Don't be Afraid to Rotate Cakes
Does rotating a delicate, airy cake during baking cause it to collapse?
In the test kitchen, we often recommend rotating cakes, pastries, and breads in the oven halfway through baking to promote even browning. (This is especially important because most ovens do not heat evenly.) But we don’t generally recommended rotating delicate, airy cakes for fear that they will collapse. Without any conclusive evidence that this was the case, however, we decided to put it to the test.
We made two pairs of the most delicate cakes we could think of: fluffy yellow layer cake and angel food cake, both containing whipped egg whites, which we figured would make them prone to collapse if disturbed during baking. One set of cakes we rotated at the halfway point, jostling them clumsily in order to drive the point home. The other we left alone.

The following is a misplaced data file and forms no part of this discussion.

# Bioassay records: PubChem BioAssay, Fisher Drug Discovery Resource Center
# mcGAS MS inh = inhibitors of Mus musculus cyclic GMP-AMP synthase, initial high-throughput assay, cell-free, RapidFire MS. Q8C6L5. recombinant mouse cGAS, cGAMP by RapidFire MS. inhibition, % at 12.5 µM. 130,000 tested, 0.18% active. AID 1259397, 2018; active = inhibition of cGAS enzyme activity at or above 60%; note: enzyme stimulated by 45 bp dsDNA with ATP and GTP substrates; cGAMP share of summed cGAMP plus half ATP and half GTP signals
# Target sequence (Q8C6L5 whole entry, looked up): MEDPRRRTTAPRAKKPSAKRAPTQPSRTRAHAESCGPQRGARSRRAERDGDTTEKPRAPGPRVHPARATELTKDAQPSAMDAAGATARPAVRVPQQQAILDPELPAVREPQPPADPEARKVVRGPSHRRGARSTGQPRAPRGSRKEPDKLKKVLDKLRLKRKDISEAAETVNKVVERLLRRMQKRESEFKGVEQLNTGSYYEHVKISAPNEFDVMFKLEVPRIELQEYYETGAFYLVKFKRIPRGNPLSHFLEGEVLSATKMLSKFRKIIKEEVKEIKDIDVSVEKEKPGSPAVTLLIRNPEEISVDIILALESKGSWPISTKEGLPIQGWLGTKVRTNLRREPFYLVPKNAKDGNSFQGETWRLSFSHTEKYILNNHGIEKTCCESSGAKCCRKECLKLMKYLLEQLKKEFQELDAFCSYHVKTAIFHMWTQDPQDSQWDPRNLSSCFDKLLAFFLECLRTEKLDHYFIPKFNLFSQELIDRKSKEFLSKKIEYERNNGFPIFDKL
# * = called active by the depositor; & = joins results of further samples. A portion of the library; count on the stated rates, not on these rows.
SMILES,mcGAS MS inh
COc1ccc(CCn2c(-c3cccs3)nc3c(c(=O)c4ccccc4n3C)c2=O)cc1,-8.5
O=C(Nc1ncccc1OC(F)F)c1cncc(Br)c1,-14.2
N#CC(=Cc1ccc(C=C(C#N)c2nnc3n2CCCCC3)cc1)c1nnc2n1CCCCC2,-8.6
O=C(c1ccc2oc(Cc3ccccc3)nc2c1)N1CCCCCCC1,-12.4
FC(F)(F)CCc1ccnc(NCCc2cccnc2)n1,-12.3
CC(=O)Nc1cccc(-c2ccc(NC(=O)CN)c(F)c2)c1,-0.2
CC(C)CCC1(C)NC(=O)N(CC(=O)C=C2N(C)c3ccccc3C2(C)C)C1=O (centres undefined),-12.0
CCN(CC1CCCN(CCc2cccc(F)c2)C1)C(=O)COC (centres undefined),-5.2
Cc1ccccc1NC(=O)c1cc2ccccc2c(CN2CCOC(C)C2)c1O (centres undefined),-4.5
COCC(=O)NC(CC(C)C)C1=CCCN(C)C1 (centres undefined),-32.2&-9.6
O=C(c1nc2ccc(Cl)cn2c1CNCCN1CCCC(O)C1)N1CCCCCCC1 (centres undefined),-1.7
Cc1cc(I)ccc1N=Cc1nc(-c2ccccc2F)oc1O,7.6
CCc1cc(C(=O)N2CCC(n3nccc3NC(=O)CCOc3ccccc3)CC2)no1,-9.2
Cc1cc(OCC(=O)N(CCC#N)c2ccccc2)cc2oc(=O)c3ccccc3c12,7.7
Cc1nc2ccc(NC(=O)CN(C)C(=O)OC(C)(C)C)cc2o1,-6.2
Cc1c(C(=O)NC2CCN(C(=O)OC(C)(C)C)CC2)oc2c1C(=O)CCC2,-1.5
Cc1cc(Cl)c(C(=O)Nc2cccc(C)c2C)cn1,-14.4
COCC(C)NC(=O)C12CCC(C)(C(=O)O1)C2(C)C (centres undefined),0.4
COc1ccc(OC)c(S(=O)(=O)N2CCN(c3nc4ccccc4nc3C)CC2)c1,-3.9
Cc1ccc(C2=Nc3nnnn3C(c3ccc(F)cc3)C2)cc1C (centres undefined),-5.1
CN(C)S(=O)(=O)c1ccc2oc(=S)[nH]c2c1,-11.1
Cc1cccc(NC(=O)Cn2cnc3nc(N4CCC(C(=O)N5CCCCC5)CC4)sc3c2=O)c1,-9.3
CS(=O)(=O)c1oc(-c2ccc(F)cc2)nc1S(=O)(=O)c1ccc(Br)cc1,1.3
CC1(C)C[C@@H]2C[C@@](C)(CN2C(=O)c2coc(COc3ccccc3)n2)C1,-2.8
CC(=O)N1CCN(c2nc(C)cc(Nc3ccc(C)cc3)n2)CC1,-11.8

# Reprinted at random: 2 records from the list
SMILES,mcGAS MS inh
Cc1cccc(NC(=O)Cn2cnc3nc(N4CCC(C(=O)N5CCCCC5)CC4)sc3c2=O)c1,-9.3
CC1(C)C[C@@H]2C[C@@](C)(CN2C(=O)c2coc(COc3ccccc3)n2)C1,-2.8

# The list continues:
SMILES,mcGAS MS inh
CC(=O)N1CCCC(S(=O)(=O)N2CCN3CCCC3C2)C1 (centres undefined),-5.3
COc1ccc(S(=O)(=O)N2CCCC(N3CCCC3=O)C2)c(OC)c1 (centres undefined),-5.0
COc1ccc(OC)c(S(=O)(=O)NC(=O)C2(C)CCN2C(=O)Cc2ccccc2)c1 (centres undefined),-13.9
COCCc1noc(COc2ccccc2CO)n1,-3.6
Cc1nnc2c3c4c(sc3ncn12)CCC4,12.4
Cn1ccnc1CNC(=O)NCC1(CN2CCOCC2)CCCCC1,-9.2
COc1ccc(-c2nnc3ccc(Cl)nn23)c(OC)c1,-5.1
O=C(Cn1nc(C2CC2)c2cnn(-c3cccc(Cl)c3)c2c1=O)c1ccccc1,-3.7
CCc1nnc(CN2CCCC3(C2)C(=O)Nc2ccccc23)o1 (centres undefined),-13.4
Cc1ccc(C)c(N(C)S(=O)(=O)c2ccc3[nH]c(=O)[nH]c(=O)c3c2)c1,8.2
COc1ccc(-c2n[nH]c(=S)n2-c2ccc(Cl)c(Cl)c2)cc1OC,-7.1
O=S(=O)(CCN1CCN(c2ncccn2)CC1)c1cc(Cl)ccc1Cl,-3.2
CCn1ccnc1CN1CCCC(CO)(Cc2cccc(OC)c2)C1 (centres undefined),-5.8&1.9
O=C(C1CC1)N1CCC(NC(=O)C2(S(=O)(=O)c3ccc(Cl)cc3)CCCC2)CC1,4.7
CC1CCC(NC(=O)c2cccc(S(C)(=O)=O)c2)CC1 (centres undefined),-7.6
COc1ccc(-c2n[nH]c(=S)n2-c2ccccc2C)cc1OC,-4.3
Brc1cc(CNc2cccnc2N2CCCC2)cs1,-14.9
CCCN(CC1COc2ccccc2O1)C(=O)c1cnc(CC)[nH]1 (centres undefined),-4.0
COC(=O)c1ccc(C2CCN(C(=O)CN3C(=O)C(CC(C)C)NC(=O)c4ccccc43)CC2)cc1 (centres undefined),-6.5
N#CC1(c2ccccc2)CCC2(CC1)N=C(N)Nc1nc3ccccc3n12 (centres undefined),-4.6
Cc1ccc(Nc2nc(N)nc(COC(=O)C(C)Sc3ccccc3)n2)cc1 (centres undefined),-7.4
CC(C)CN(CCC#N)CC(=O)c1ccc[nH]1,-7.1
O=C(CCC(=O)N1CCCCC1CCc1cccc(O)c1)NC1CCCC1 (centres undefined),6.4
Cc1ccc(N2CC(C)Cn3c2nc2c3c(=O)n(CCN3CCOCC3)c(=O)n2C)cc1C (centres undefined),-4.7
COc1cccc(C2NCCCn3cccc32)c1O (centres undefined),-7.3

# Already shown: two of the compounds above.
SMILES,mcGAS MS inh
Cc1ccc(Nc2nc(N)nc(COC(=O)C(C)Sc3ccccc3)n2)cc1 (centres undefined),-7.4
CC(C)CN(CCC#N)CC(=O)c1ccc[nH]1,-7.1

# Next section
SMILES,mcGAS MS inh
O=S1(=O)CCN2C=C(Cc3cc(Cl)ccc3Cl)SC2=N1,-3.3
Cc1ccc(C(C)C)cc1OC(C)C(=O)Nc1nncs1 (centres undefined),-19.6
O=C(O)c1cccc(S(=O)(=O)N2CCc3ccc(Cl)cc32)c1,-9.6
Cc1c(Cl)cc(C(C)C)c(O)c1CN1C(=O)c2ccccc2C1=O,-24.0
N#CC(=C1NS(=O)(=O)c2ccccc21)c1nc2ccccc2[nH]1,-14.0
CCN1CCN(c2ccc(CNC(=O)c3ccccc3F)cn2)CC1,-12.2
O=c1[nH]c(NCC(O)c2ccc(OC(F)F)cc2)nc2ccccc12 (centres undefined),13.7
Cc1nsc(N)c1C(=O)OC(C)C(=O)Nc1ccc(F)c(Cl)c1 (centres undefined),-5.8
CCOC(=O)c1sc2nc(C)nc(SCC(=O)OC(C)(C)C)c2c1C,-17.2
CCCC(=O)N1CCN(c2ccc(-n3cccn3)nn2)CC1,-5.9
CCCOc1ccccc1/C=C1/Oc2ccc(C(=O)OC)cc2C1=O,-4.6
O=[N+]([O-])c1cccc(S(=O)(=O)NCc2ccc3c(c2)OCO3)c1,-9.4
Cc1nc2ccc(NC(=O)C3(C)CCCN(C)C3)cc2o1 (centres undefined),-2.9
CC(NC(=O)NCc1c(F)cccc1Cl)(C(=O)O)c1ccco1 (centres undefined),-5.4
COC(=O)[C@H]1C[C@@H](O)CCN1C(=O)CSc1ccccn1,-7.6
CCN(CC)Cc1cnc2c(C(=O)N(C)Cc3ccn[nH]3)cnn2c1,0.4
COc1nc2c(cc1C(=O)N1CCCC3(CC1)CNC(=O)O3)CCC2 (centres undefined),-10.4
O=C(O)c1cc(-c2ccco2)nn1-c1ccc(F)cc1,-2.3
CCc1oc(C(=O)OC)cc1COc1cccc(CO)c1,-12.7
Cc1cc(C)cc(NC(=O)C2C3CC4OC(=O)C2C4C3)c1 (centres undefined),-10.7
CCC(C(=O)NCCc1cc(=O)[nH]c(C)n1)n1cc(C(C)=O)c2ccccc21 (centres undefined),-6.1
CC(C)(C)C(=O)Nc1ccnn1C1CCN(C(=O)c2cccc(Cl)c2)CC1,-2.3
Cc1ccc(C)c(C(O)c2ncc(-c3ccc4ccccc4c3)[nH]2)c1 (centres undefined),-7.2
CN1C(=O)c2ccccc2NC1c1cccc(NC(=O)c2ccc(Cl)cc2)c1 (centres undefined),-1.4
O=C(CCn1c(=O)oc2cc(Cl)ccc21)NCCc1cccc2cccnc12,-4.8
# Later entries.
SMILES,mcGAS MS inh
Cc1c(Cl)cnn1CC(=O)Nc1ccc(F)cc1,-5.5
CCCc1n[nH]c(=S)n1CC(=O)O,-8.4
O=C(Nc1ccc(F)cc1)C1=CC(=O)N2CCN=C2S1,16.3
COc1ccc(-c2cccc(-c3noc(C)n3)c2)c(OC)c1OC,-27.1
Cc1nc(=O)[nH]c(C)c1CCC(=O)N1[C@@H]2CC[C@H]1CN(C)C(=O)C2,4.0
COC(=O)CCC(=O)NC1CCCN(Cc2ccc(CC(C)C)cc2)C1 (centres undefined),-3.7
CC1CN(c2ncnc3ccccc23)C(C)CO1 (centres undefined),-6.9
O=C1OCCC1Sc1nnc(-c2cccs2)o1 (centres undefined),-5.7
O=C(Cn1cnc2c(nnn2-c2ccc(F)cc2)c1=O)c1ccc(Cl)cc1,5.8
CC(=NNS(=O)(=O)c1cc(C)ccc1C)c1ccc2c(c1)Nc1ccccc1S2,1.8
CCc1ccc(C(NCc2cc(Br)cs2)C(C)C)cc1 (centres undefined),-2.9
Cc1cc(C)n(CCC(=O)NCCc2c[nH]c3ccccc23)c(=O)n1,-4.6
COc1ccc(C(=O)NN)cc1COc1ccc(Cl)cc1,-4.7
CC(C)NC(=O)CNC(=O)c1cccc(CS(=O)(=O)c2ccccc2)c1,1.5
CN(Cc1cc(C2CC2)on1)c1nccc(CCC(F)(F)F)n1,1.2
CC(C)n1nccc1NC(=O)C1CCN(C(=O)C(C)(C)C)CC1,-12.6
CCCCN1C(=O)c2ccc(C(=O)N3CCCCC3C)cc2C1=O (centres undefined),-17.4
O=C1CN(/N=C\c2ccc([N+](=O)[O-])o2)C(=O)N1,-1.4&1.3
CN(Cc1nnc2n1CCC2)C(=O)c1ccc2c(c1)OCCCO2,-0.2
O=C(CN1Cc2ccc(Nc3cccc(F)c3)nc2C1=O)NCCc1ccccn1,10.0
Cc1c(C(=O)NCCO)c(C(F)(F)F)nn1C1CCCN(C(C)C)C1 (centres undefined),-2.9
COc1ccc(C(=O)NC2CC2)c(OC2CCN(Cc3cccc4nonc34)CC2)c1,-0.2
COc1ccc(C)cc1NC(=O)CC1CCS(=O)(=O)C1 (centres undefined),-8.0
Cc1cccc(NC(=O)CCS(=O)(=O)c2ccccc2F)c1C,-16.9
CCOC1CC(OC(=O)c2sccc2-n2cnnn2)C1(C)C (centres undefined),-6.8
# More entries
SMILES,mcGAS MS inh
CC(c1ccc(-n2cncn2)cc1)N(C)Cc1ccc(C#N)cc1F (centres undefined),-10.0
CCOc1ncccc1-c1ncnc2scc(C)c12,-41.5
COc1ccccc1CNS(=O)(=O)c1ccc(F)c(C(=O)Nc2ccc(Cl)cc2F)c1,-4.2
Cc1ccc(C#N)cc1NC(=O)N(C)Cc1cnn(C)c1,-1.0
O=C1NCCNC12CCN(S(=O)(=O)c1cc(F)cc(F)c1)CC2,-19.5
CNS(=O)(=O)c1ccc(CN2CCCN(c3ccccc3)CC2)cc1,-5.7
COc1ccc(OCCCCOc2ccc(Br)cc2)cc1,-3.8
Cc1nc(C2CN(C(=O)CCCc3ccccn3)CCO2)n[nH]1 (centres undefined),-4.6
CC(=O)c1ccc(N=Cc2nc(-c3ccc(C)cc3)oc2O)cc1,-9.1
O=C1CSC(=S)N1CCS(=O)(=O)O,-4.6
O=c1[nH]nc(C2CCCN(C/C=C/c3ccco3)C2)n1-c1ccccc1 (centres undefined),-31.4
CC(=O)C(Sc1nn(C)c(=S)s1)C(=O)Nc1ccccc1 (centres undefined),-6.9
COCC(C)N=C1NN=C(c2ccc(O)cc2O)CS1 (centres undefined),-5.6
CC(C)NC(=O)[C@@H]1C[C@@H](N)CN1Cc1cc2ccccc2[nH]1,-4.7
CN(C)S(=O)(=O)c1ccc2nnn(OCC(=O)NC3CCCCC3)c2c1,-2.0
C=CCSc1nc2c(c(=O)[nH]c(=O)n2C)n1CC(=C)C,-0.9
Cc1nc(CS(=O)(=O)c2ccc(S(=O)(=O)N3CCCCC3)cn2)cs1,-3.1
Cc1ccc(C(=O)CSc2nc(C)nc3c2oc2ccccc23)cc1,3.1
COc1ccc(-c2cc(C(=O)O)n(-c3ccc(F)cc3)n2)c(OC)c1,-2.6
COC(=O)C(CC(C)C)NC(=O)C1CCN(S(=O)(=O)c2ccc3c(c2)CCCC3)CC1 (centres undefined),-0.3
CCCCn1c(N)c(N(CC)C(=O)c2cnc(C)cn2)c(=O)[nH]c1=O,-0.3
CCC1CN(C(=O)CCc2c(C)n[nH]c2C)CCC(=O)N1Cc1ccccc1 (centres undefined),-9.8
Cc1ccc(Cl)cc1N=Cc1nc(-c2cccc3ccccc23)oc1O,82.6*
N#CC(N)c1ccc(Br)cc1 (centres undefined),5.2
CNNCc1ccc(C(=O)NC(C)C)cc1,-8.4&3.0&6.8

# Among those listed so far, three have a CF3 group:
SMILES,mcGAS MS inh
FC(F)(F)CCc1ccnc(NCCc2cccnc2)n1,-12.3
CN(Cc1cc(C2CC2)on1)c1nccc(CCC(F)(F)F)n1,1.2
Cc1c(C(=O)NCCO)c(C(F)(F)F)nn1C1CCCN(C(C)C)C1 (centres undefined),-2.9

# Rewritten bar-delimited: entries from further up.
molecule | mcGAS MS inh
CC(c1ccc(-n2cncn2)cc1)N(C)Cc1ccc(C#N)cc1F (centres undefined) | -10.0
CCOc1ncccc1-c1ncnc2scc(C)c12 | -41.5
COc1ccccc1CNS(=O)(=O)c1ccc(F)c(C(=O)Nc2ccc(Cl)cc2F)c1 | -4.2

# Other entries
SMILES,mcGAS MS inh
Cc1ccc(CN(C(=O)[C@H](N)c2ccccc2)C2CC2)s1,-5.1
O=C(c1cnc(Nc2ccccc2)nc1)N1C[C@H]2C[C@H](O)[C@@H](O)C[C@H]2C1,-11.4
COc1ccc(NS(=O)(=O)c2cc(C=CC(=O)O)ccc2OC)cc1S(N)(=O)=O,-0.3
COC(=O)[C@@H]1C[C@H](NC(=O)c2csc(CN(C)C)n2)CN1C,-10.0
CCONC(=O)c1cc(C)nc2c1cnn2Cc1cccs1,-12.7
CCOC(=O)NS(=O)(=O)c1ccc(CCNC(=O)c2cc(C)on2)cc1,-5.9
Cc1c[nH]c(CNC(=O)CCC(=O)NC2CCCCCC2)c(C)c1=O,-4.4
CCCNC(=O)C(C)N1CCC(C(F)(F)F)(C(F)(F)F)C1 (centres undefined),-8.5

The result? Neither of the rotated cakes was worse for wear, and both were more evenly browned than the undisturbed cakes. It seems that even delicate cakes are fully set early on during baking, so there’s little risk of collapse halfway through. From now on, we will call for rotating all baked goods—even delicate cakes—halfway through baking. If you are baking on upper and lower racks, we recommend switching rack positions and rotating the cakes at the same time. It will only improve your results.
GIVE IT A SPIN: Rotating any cake—even a delicate one—during baking won’t cause it to collapse.